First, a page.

Seattle Age Discrimination Lawyer – What Constitutes Age Discrimination?

Every day in the United States, dedicated employees are fired after working at the same company for 20, 30, 40 or more years. Not only is this wrong, but if the primary reason for such termination is due to age, the termination is illegal under state and federal law.

If you are over the age of forty and were fired, harassed, refused a promotion, or not hired due to your age, you may have been the victim of age discrimination.

Upon learning about the facts and circumstances of your matter, I can advise you as to whether I believe that a case of illegal age discrimination exists, and what legal options may be available.

The Federal Law on Age Discrimination

The federal statutes protecting workers against age discrimination were enacted under The Age Discrimination in Employment Act of 1967 (ADEA). Age discrimination includes being fired, not being hired, unequal or reduced pay, and/or segregation based on a person’s age. If an employer or potential employer performs any of these discriminatory acts, they are in violation of Section 623 of the Age Discrimination in Employment Act of 1967.  State discrimination laws also prohibit age discrimination, and in some cases are more favorable than federal laws.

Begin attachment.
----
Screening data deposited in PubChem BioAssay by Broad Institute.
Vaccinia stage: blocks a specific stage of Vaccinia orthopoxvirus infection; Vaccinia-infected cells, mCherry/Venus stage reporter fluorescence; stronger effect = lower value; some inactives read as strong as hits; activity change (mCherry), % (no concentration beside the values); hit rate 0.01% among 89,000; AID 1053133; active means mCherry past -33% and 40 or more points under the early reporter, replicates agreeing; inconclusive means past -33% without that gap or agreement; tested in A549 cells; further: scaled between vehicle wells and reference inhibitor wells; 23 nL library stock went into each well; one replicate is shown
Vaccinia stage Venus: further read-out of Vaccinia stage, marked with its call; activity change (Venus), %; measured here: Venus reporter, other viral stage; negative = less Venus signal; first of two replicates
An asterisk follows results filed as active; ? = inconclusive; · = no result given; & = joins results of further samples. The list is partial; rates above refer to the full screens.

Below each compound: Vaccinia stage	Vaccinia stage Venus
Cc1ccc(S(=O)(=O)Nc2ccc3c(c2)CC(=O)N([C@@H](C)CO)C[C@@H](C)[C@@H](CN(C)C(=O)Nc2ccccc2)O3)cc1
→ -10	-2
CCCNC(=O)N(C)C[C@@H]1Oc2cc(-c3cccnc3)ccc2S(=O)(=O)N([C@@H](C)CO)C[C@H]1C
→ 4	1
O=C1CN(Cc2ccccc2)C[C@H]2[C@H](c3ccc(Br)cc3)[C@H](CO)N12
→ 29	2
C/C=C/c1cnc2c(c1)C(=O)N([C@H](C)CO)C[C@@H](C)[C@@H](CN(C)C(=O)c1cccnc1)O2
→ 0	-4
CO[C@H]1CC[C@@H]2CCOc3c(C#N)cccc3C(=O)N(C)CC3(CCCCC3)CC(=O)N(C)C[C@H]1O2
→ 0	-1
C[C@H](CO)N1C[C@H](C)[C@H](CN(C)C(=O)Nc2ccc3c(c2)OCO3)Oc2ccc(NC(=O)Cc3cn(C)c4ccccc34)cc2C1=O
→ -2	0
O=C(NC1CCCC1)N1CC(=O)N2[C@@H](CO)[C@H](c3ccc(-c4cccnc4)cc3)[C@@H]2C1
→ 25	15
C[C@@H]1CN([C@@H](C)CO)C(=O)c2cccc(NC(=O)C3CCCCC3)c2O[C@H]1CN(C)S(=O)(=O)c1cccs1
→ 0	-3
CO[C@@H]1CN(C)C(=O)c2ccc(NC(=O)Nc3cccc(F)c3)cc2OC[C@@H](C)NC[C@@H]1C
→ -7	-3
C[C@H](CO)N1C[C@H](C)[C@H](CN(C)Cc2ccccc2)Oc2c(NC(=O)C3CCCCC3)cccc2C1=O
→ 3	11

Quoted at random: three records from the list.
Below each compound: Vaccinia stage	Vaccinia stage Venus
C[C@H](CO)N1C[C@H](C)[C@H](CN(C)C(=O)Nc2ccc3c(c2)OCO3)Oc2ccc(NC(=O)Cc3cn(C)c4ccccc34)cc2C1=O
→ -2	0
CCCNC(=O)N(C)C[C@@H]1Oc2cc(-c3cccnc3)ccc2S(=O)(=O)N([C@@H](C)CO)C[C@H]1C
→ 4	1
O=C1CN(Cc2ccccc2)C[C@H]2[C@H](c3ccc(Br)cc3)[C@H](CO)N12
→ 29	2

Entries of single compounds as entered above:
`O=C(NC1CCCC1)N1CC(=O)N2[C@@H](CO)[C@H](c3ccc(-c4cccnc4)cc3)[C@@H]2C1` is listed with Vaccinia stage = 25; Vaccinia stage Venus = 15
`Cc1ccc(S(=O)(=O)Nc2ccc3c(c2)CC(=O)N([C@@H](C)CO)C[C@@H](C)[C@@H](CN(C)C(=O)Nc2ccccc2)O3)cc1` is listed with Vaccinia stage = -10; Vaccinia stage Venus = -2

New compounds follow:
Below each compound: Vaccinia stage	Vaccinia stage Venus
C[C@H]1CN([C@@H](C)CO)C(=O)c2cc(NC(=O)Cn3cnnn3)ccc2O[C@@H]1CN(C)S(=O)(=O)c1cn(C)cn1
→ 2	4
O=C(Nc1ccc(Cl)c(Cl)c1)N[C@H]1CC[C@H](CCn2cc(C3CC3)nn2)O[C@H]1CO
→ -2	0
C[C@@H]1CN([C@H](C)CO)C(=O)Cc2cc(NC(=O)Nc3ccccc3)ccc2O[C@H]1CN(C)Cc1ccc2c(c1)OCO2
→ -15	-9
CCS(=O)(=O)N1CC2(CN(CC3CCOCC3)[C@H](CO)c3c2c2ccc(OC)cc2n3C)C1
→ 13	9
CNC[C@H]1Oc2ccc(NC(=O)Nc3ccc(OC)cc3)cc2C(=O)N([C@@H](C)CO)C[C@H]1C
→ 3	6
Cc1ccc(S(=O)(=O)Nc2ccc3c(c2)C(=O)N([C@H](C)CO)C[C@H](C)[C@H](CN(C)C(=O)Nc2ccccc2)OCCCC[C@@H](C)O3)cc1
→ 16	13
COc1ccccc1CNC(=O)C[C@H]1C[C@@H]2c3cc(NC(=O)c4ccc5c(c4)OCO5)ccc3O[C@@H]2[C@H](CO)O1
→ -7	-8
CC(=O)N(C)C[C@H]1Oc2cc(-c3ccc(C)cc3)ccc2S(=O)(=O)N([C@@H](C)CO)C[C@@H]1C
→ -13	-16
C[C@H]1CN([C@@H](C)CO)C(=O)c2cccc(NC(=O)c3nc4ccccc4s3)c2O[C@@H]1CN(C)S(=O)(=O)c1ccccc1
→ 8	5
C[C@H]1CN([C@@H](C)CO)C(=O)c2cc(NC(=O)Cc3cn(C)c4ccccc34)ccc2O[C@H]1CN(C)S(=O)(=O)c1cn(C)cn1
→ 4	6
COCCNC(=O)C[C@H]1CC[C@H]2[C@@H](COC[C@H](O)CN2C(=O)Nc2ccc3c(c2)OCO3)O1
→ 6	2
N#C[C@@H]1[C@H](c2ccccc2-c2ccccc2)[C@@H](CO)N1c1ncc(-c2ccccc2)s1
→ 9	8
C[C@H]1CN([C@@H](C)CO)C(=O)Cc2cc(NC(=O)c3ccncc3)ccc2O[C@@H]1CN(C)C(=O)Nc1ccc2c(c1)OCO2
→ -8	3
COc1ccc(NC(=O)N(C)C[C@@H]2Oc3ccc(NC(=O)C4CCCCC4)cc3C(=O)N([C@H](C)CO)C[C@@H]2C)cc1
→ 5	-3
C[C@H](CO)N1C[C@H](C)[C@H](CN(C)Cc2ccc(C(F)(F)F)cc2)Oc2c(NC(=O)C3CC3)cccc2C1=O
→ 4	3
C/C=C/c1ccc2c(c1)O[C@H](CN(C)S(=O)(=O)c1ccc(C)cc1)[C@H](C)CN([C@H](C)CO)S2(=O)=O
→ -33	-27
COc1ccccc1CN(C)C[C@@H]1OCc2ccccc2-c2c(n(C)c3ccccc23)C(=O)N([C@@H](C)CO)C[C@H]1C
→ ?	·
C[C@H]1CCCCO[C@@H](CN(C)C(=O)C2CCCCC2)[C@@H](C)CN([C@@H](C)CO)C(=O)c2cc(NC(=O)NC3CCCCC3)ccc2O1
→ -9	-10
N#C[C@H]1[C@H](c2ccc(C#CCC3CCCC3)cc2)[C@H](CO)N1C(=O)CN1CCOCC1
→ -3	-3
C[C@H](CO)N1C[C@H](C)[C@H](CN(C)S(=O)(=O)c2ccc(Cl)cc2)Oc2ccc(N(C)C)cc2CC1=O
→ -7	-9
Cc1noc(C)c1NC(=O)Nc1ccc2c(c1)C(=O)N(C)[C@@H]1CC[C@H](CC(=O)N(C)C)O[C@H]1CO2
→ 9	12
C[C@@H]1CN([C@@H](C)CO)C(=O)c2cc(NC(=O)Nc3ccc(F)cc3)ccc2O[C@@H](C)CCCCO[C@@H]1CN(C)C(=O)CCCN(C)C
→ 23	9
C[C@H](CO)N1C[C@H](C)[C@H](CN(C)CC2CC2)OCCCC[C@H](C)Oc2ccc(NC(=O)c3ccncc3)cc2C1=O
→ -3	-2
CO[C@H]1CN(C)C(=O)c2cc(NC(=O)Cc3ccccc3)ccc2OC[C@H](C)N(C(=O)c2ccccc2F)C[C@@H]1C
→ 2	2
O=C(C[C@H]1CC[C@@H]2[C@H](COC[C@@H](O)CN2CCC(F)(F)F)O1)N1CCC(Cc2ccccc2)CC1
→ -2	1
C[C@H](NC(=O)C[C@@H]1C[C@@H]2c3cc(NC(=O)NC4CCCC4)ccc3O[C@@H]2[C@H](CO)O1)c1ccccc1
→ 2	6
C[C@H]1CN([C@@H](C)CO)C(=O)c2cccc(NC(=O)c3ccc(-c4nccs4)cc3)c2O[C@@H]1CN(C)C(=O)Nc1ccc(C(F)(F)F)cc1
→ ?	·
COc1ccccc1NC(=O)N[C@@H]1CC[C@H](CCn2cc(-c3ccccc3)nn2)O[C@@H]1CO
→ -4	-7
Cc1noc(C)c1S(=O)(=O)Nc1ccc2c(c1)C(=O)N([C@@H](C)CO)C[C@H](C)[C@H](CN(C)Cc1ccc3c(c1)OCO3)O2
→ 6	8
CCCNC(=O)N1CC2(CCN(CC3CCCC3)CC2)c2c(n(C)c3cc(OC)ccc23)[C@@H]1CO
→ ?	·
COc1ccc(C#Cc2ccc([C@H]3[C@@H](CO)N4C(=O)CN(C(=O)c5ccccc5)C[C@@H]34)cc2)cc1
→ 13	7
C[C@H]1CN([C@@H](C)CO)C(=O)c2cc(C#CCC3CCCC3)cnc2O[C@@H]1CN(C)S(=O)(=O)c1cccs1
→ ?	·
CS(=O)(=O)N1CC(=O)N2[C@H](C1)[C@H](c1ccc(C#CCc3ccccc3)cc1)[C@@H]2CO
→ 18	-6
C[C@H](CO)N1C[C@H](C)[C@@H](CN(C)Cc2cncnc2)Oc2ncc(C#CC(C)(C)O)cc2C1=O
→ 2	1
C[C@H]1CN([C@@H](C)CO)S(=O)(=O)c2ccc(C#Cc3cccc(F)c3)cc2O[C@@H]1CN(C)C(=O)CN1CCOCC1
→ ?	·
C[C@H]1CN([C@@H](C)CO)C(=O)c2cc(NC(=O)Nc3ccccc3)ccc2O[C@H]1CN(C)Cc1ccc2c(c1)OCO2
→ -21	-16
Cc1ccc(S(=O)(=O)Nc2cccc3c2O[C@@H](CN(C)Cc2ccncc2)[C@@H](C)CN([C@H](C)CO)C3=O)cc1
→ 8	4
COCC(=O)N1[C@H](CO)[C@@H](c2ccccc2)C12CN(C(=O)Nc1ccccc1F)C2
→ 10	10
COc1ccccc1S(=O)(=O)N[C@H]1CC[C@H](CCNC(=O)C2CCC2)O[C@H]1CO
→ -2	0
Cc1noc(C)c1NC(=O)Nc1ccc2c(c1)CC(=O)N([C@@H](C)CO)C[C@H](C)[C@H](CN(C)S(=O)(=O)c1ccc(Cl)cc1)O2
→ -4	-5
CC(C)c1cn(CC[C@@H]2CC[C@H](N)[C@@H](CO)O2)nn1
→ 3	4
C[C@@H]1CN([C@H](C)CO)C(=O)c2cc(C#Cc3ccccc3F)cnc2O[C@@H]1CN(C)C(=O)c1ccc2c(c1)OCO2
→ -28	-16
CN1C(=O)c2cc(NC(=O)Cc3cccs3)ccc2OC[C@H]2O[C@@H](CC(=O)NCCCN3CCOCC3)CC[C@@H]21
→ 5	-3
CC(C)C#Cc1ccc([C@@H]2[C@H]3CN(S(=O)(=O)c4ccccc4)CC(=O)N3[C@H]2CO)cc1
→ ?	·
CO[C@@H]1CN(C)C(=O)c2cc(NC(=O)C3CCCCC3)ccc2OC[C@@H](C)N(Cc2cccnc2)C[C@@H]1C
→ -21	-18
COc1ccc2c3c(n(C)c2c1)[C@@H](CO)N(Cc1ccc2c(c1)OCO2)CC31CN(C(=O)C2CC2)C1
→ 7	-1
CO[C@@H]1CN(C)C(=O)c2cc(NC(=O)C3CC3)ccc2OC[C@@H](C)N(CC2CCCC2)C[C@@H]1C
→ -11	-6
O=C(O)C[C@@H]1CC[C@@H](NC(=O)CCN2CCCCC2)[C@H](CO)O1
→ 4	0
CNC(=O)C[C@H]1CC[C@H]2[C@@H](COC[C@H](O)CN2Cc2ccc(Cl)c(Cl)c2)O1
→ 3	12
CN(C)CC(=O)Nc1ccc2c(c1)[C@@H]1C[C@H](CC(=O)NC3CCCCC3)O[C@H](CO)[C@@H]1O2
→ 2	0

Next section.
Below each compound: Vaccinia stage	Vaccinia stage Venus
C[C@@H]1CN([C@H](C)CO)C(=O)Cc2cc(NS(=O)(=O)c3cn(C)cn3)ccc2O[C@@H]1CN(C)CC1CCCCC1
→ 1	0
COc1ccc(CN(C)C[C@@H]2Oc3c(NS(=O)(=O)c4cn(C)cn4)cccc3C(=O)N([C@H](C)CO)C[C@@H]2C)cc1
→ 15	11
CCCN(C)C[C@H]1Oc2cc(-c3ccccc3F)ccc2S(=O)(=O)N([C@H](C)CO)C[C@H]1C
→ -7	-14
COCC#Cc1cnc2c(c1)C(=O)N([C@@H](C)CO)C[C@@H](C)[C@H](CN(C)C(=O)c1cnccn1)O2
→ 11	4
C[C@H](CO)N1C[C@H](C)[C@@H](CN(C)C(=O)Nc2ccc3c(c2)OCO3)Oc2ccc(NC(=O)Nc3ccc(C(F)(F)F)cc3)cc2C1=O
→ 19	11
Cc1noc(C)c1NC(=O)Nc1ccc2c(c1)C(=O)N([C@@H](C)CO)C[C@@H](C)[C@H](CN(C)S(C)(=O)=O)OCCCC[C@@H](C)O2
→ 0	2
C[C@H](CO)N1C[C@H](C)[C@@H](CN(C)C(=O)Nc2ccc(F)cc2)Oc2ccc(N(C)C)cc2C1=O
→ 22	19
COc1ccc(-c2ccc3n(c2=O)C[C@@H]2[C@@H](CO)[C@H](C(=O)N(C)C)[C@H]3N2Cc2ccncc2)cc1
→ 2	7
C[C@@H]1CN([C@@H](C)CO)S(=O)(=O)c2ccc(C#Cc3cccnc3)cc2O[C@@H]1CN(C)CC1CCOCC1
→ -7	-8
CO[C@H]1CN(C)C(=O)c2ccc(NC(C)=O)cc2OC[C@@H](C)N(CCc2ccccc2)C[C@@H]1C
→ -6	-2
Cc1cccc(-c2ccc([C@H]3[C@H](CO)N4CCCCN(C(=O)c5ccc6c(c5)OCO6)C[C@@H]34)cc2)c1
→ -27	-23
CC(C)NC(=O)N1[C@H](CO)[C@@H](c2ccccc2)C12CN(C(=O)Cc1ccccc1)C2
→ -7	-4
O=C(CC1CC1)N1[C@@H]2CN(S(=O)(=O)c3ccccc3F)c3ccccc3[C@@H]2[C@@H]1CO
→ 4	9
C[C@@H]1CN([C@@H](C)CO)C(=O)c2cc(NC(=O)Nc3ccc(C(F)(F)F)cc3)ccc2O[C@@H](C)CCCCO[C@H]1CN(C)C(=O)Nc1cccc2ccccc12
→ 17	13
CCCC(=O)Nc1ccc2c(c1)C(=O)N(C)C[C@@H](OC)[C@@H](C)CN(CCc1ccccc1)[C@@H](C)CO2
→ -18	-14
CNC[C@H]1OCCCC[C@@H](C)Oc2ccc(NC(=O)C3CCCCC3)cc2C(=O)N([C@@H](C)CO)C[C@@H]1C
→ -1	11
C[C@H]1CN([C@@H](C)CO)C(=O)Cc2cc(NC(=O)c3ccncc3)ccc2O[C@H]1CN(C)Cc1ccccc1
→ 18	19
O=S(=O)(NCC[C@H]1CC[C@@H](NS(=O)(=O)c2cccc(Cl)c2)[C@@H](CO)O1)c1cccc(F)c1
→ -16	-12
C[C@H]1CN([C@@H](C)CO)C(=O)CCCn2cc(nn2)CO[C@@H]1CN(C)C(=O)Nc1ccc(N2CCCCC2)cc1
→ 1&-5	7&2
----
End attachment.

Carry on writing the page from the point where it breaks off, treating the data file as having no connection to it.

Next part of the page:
Determining Whether You Have a Case of Age Discrimination

I invite you to contact my firm to schedule a consultation with me at your convenience so that I may learn about your case.

Because of important deadlines by which an age discrimination case must be filed (known as the statute of limitations), it’s important to contact a lawyer as soon as possible to protect your rights.

If it appears that you were subject to illegal age discrimination, I can advise you of the alternatives and options that may exist for seeking compensation or corrective action, as well as how I can help.  In some instances, a negotiated settlement for compensation may be the desired objective; in other cases, litigation may be required.

Similarly, if you were terminated as the result of age discrimination, you may also have a separate claim for wrongful termination.  In this case, I can help you determine what relief may be appropriate, such as getting your job back or monetary compensation.

State and Federal Processes for Age Discrimination

Age discrimination cases can involve multiple processes, as federal and state statutes have different requirements.  Litigation for cases based upon federal law require that a complaint first be filed with an Equal Employment Opportunity Commission (EEOC) field office before a lawsuit can be initiated.

Unlike other discrimination matters, those filing age discrimination lawsuits do not need to wait for receipt of a “Right-to-Sue” letter from the EEOC before initiating litigation. Instead, age discrimination lawsuits can be filed as soon as 60 days following the filing of a charge with the EEOC. I can discuss these options and requirements for you so that you can make the decision that is best for you based upon your situation.

It is not required that you file with EEOC before filing a lawsuit under Washington State law.  The choice of bringing federal or state claims is a complex and subtle one, and it is a good idea to consult with a lawyer about the question.

Please Call Me Today at (206) 324-8969 to Learn More About Your Legal Rights and Options